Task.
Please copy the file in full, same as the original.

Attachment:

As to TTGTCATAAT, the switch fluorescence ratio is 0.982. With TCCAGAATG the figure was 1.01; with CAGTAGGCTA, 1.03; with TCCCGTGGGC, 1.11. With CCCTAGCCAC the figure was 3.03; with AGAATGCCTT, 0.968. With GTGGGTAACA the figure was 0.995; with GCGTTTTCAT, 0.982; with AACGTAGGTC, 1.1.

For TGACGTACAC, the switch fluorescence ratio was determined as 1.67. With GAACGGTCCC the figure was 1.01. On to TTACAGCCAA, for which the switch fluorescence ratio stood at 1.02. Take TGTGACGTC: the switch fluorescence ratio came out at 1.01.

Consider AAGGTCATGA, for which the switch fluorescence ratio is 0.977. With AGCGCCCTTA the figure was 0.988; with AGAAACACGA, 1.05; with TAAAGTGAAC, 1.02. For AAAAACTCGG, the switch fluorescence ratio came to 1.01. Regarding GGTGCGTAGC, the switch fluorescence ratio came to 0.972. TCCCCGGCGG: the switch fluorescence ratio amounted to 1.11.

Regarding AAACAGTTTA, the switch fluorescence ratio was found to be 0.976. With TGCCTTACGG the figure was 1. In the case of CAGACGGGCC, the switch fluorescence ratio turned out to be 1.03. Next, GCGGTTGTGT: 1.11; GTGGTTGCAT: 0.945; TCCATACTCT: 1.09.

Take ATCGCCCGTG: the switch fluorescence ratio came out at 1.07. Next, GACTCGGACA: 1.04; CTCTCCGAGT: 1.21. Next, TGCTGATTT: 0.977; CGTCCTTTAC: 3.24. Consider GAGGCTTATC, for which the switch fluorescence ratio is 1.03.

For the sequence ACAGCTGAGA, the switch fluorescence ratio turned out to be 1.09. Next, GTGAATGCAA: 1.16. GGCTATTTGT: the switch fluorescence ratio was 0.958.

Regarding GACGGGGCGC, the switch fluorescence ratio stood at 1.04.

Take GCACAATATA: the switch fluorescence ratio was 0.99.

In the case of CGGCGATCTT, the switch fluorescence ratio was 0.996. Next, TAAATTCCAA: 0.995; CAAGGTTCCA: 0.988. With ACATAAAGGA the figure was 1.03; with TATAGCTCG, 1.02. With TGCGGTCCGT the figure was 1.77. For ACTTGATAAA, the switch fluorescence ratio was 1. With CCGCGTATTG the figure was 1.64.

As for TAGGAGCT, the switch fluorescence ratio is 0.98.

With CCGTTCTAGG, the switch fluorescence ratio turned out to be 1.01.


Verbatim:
As to TTGTCATAAT, the switch fluorescence ratio is 0.982. With TCCAGAATG the figure was 1.01; with CAGTAGGCTA, 1.03; with TCCCGTGGGC, 1.11. With CCCTAGCCAC the figure was 3.03; with AGAATGCCTT, 0.968. With GTGGGTAACA the figure was 0.995; with GCGTTTTCAT, 0.982; with AACGTAGGTC, 1.1.

For TGACGTACAC, the switch fluorescence ratio was determined as 1.67. With GAACGGTCCC the figure was 1.01. On to TTACAGCCAA, for which the switch fluorescence ratio stood at 1.02. Take TGTGACGTC: the switch fluorescence ratio came out at 1.01.

Consider AAGGTCATGA, for which the switch fluorescence ratio is 0.977. With AGCGCCCTTA the figure was 0.988; with AGAAACACGA, 1.05; with TAAAGTGAAC, 1.02. For AAAAACTCGG, the switch fluorescence ratio came to 1.01. Regarding GGTGCGTAGC, the switch fluorescence ratio came to 0.972. TCCCCGGCGG: the switch fluorescence ratio amounted to 1.11.

Regarding AAACAGTTTA, the switch fluorescence ratio was found to be 0.976. With TGCCTTACGG the figure was 1. In the case of CAGACGGGCC, the switch fluorescence ratio turned out to be 1.03. Next, GCGGTTGTGT: 1.11; GTGGTTGCAT: 0.945; TCCATACTCT: 1.09.

Take ATCGCCCGTG: the switch fluorescence ratio came out at 1.07. Next, GACTCGGACA: 1.04; CTCTCCGAGT: 1.21. Next, TGCTGATTT: 0.977; CGTCCTTTAC: 3.24. Consider GAGGCTTATC, for which the switch fluorescence ratio is 1.03.

For the sequence ACAGCTGAGA, the switch fluorescence ratio turned out to be 1.09. Next, GTGAATGCAA: 1.16. GGCTATTTGT: the switch fluorescence ratio was 0.958.

Regarding GACGGGGCGC, the switch fluorescence ratio stood at 1.04.

Take GCACAATATA: the switch fluorescence ratio was 0.99.

In the case of CGGCGATCTT, the switch fluorescence ratio was 0.996. Next, TAAATTCCAA: 0.995; CAAGGTTCCA: 0.988. With ACATAAAGGA the figure was 1.03; with TATAGCTCG, 1.02. With TGCGGTCCGT the figure was 1.77. For ACTTGATAAA, the switch fluorescence ratio was 1. With CCGCGTATTG the figure was 1.64.

As for TAGGAGCT, the switch fluorescence ratio is 0.98.

With CCGTTCTAGG, the switch fluorescence ratio turned out to be 1.01.